What is Jesus getting at? Can you make sense of our Lord’s argument toward His opponents? He attacks their bad theology by showing the dangerous and ridiculous by-products of bad theology.

First, their actions were without logic. What was the “work” they were accusing Jesus of doing? Was it saying the woman was healed? Was it her standing up? It was undeniable that His opponents do greater work on the Sabbath. They permit themselves to help their farm animals in need. So why was it wrong for Him to help this woman in need? Once again, Jesus impales them on the horns of their own logic

Second, their actions were also without faith in God. The primary critic was (verse 14) the “synagogue official.” This was the spiritual leader of the city and he was completely spiritually blind. God was acting in his midst and he not only missed it, but he even attacked what he witnessed. Bad theology blinds us to true faith and leaves us in spiritual darkness.

You know what I believe we see here along these lines? An interesting connection to the Egyptian Exodus. This was the time when the Sabbath command was given. Deuteronomy 5:15, “You shall remember that you were a slave in the land of Egypt, and the LORD your God brought you out of there by a mighty hand and by an outstretched arm; therefore, the LORD your God commanded you to observe the sabbath day.”

This woman was the epitome pf everything the Egyptian captivity represented – slavery, darkness, bondage, false gods, Satan and hardship. And she was given by God an exodus of her own. Was it a bad day for a healing as the official claimed? According to Jesus, the Sabbath was the most appropriate day for her healing (end of verse 16), but this “synagogue official” was too specifically blind to see it.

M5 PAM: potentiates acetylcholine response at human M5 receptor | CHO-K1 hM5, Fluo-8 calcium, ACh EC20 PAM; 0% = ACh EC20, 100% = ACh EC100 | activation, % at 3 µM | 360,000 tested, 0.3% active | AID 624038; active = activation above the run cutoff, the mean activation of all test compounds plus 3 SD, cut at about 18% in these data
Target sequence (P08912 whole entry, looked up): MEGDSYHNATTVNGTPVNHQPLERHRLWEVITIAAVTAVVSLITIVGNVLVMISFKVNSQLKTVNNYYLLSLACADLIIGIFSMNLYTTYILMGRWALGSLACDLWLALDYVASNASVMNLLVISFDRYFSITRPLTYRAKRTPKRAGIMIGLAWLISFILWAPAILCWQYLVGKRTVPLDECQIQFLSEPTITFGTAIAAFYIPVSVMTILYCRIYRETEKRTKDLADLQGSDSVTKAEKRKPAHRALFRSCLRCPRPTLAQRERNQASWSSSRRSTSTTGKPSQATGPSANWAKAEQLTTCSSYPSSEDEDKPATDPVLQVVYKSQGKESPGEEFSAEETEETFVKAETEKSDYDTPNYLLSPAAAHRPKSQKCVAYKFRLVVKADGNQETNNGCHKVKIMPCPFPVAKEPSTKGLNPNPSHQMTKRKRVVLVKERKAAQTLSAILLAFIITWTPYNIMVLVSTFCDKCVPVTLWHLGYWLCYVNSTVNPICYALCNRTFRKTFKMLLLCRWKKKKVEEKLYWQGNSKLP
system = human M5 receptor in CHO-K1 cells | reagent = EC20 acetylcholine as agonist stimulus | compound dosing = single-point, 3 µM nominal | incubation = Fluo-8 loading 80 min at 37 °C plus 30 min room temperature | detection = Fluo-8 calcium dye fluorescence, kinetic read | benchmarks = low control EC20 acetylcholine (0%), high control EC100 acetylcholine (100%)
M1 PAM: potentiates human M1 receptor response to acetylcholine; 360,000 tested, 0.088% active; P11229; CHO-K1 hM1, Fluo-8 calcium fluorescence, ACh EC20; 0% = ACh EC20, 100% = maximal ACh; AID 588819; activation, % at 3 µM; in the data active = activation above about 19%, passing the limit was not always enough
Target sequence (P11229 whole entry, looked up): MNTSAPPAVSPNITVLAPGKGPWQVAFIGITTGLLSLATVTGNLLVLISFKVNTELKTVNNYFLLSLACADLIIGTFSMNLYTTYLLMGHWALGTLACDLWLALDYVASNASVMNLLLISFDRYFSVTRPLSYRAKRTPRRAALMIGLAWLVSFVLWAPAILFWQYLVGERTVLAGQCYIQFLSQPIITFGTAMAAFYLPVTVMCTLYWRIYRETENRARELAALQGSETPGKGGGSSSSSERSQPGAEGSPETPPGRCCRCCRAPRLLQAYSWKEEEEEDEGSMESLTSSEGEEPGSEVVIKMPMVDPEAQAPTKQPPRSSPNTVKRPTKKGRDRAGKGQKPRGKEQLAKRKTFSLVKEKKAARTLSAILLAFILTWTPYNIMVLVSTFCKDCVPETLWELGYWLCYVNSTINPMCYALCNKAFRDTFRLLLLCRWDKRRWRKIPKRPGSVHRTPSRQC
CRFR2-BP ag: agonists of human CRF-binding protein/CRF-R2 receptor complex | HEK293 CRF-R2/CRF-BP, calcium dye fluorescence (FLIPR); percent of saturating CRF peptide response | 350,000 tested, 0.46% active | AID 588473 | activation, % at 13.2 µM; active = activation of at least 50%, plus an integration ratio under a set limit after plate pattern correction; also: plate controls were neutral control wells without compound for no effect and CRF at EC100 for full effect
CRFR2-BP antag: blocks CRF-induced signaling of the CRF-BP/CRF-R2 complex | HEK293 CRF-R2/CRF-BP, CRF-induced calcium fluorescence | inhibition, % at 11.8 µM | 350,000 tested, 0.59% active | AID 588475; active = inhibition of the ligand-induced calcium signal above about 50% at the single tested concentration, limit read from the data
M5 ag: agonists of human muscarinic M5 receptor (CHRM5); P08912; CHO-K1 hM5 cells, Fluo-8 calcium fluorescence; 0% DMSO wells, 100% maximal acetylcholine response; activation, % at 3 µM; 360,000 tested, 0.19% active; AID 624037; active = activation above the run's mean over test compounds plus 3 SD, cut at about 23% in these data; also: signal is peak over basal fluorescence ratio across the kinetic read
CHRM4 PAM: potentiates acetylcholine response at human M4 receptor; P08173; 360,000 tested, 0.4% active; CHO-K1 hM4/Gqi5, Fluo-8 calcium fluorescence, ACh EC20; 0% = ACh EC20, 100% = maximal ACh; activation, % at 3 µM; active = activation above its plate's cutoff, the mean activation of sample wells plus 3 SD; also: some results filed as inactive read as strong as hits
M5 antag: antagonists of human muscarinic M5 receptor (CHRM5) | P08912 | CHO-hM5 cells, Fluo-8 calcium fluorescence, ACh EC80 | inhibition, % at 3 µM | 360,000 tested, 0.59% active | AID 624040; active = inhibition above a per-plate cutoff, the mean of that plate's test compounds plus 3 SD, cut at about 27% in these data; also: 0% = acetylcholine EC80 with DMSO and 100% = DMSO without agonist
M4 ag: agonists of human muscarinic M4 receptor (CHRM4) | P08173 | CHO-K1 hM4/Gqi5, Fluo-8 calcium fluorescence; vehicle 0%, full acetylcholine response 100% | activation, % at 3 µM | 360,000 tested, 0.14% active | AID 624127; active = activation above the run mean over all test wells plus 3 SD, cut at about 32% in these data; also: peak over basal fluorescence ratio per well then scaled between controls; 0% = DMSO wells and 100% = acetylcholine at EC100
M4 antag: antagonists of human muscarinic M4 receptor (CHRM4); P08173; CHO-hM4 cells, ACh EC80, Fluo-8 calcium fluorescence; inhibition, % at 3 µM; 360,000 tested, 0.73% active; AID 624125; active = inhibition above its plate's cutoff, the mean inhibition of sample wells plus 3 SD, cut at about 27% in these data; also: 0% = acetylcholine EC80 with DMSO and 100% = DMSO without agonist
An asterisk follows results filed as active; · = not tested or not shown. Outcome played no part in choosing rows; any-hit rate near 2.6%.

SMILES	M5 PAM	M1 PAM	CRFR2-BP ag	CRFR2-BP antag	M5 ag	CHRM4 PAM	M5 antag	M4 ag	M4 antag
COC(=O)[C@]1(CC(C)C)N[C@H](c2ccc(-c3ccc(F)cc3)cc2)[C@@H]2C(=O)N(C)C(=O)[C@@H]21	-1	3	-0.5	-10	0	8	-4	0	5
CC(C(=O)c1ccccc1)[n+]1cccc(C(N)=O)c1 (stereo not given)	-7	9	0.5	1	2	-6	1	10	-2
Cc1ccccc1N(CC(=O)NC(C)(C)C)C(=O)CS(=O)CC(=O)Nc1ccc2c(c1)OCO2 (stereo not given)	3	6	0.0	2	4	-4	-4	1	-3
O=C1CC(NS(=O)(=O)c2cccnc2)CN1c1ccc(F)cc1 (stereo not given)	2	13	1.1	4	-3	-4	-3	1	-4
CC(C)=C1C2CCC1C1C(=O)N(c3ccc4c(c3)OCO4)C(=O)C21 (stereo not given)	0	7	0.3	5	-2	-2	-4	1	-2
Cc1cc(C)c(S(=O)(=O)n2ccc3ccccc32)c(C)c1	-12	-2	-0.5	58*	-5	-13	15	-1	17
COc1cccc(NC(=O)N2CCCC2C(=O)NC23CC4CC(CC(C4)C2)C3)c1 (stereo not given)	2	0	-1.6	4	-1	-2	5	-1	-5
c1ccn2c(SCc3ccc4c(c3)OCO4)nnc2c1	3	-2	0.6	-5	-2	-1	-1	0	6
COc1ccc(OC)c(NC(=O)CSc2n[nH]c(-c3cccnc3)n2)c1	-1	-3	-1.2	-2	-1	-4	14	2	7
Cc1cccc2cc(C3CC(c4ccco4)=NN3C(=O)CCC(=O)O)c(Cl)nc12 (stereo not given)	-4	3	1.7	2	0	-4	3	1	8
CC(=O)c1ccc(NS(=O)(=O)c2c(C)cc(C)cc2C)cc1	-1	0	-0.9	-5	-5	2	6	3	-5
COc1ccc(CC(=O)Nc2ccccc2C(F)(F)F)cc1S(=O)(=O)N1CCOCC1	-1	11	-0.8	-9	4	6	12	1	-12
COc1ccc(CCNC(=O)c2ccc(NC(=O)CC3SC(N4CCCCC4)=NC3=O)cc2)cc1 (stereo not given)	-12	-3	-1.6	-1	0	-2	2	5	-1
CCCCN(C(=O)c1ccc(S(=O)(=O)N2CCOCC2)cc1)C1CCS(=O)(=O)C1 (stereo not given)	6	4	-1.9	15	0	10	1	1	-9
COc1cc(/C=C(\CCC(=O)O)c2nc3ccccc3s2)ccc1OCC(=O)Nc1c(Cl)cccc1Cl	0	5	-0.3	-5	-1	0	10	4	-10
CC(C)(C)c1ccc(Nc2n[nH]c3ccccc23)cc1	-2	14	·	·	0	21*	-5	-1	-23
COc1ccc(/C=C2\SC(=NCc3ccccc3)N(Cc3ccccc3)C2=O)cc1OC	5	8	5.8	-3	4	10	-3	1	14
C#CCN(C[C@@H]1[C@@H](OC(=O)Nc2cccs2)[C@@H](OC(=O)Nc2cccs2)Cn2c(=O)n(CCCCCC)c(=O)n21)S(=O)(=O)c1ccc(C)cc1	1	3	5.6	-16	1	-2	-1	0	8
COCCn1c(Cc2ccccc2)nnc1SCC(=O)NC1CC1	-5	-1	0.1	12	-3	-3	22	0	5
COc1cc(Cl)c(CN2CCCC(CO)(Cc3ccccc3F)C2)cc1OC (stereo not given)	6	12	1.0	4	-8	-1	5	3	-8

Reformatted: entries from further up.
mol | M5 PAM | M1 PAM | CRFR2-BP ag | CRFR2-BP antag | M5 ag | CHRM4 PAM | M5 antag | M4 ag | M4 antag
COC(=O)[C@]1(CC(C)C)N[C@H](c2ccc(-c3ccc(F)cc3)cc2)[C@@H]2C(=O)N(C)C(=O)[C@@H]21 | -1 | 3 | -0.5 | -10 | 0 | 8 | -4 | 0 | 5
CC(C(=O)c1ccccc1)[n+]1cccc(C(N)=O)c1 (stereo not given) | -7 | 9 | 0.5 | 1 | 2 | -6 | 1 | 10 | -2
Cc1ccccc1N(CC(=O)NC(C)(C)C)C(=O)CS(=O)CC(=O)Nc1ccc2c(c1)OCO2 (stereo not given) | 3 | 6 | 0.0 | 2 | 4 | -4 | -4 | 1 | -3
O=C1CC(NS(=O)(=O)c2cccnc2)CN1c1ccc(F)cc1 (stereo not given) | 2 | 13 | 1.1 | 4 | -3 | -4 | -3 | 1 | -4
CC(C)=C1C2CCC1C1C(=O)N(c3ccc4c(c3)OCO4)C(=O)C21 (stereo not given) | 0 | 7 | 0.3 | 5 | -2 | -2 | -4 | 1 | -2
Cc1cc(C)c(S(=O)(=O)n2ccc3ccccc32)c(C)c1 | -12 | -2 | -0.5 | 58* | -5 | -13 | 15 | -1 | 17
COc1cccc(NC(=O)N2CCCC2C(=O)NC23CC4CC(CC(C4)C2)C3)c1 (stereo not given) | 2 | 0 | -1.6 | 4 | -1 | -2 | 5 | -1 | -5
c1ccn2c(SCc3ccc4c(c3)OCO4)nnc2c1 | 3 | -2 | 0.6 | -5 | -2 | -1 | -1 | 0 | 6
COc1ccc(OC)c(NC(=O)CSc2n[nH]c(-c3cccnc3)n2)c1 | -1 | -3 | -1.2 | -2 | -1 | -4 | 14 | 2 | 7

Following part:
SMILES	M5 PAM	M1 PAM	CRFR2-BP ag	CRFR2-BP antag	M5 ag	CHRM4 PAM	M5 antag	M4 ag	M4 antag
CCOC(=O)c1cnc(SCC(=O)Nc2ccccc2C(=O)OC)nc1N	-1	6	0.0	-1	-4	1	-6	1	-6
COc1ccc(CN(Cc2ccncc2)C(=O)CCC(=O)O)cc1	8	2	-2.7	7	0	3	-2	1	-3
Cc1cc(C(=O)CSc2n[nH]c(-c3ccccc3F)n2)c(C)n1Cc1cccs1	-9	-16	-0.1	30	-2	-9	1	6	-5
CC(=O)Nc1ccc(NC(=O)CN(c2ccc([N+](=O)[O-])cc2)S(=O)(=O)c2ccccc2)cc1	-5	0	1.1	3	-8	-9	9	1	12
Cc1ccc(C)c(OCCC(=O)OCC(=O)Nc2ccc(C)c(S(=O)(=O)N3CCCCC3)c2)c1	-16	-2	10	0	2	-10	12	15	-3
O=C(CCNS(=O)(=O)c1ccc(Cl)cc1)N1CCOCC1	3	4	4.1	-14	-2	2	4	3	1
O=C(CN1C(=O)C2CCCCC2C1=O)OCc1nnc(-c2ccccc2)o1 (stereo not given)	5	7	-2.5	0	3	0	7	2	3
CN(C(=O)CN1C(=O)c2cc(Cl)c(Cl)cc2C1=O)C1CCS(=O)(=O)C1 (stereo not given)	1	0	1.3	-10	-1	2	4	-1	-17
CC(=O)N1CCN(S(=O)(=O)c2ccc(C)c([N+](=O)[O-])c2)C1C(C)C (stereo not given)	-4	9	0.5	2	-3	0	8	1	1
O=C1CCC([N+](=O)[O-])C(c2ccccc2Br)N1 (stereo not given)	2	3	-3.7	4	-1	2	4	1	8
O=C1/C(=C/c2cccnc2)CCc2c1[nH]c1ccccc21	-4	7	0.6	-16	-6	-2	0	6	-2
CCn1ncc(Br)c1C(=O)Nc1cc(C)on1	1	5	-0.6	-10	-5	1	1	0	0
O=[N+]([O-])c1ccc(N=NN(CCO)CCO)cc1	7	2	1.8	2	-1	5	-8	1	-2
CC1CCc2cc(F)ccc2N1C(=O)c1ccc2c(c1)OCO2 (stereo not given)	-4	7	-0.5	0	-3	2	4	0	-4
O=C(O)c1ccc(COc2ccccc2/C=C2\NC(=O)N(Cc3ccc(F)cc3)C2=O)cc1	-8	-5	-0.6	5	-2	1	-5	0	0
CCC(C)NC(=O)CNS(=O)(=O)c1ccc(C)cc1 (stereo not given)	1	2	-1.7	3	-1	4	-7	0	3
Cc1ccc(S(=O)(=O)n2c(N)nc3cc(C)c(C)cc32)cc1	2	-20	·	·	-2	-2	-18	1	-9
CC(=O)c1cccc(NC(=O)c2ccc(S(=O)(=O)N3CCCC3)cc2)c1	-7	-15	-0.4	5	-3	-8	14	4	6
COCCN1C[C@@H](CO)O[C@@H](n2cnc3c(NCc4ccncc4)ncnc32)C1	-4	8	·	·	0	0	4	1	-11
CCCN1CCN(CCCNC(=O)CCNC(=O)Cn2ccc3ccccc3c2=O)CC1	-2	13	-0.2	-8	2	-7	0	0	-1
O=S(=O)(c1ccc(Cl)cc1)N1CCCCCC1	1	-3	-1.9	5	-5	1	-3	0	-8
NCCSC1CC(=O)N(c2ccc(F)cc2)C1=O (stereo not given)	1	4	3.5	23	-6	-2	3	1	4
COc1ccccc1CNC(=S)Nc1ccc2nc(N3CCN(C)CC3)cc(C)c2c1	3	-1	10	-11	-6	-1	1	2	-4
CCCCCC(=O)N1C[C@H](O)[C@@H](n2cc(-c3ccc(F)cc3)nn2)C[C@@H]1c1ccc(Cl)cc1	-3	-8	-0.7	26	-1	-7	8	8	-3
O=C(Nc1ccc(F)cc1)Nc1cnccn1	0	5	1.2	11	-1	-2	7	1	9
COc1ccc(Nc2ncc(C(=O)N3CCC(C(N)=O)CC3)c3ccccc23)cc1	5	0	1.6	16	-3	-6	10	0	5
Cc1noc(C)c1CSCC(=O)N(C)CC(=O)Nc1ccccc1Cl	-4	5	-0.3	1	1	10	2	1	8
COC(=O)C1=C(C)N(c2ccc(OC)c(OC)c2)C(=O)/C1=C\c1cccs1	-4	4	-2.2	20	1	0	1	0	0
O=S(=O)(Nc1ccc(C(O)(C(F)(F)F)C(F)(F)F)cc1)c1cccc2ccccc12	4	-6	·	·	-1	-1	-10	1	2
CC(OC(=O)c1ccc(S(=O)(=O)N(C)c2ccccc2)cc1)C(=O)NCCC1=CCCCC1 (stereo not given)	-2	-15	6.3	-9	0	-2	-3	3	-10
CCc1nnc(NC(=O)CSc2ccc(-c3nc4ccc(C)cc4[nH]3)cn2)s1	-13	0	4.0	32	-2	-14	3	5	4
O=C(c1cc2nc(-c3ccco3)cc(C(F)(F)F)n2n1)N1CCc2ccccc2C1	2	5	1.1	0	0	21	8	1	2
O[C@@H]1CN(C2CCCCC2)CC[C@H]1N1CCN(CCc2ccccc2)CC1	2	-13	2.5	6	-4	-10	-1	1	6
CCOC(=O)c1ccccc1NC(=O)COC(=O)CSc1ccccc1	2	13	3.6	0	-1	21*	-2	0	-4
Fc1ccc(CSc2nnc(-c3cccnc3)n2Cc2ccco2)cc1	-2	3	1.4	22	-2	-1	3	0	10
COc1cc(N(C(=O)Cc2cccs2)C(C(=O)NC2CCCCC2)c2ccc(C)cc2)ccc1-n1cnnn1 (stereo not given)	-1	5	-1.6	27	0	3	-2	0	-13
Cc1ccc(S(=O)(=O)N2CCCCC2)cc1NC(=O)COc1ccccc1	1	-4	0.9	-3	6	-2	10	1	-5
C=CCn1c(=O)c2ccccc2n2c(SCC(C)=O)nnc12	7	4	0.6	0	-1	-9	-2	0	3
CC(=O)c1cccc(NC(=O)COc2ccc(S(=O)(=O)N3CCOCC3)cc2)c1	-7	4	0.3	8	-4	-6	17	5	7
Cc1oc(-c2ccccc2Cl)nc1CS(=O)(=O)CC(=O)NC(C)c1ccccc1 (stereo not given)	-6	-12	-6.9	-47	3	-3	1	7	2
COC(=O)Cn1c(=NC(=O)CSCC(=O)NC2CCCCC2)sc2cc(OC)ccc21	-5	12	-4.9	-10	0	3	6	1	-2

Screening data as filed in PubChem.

And third, poor theology (legalism in particular) is often without compassion. This poor lady bound in a hunched position for eighteen painful years is finally delivered and there is no delight in her joy. As Jesus said, His opponents can on a daily basis, even the on Sabbath, they untie their farm animals for a drink. But then they express less pity for a fellow human being, specifically a “daughter of Abraham” (verse 16) that has been tied by Satan for eighteen miserable years.

I wouldn’t like to respond to those accusations. What do you say? Speechless! Verse 17, “As He said this, all His opponents were being humiliated”

What could they say? Their response to Jesus brought to light their bad interpretation of God’s word and clearly led to beliefs that were without logic, faith and compassion. Ultimately, their bad theology led to a total rejection of their own Messiah. As verse 17 says, they “were being humiliated.” And this was huge in the shame/honor society in which they lived.

In one strategic sweep, Jesus attacked their false beliefs regarding the Sabbath, the value of women, the cause of sickness being attributed only to sin and their understanding of salvation by works. They were humiliated, but sadly, there was no humility. No repentance (context – verses 3 and 5). No faith despite the miracle before their eyes. They were just all the more determination to kill Jesus.

The rest of verse 17. And this must have killed they guys. “And the entire crowd was rejoicing over all the glorious things being done by Him.”

The crowd adds to the woman’s joy and praise of God. Ironically, in opposition to their self-righteous and legalistic religious leaders they had eyes to see heaven come down that Saturday morning.

If we have been reading through the Gospel of Luke none of this should surprise us. Jesus came to deliver those who are spiritually oppressed. He continually passed over the self-righteous. He attacked the heart of false religious beliefs. He validated His authority through miracles. He sought to destroy the works of the devil.

Yes, heaven came down to earth. Next week we’ll examine what Jesus taught as a follow-up to this event in verses 18-21. We’ll see teaching about heaven itself through two parables.

 

Series Information

Other sermons in the series